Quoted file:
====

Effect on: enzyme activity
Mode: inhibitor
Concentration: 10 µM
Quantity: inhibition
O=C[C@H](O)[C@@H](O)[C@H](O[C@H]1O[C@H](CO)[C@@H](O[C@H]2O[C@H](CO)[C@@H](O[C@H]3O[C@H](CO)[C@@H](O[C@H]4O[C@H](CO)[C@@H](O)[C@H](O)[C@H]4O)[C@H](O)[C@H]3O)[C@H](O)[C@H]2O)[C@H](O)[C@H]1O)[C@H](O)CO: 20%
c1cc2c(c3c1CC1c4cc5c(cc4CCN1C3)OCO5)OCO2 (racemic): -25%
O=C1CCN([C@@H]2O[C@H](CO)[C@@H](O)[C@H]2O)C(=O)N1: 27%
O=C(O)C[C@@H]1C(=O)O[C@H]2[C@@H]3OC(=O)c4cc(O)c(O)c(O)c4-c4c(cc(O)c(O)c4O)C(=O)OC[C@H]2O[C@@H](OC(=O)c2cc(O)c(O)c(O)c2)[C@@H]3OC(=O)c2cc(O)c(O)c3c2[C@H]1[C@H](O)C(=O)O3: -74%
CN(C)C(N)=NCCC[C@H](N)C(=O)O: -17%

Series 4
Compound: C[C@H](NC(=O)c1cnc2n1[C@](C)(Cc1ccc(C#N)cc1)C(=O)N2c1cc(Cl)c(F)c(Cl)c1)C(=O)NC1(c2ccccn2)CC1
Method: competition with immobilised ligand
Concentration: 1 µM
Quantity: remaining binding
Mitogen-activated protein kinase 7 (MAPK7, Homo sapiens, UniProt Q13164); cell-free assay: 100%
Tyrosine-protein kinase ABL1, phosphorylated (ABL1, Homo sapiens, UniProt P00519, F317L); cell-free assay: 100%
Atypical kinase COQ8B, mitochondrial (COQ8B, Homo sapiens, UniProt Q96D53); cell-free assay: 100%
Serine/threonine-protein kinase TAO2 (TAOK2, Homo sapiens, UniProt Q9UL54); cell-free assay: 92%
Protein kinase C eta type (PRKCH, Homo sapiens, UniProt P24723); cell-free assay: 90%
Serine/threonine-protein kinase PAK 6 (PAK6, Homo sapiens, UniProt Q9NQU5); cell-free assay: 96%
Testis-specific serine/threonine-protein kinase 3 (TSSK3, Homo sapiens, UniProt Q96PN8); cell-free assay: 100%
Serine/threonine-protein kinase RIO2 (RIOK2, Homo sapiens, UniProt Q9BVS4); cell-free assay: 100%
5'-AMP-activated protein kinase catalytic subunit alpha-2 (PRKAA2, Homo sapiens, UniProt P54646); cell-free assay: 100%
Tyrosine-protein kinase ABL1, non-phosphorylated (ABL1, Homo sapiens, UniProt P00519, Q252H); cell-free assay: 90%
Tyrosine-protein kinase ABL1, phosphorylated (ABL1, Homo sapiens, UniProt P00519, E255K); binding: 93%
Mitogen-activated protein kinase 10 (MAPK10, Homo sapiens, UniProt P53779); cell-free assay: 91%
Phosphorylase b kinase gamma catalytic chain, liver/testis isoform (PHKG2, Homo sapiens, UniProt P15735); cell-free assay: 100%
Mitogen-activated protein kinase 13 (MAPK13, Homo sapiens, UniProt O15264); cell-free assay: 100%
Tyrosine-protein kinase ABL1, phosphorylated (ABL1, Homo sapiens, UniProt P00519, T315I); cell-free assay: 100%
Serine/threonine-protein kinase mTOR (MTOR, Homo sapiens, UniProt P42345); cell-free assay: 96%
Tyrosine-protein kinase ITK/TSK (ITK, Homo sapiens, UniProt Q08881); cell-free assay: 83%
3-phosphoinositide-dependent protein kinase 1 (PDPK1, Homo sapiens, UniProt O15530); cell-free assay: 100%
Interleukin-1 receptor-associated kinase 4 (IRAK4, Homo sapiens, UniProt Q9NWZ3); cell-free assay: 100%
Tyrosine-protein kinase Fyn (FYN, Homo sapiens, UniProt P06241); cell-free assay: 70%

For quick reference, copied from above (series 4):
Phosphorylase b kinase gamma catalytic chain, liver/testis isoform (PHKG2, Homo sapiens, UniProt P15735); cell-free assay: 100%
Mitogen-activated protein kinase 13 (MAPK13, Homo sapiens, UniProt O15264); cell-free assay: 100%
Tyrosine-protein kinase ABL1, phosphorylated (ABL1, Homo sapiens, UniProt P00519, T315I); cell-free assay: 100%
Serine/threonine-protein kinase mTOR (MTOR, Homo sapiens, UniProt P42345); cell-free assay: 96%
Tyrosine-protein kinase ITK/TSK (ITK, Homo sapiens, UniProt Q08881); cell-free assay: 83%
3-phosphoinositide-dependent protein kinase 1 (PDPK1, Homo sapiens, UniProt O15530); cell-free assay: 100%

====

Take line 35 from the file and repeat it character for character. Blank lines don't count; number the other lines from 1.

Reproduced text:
For quick reference, copied from above (series 4):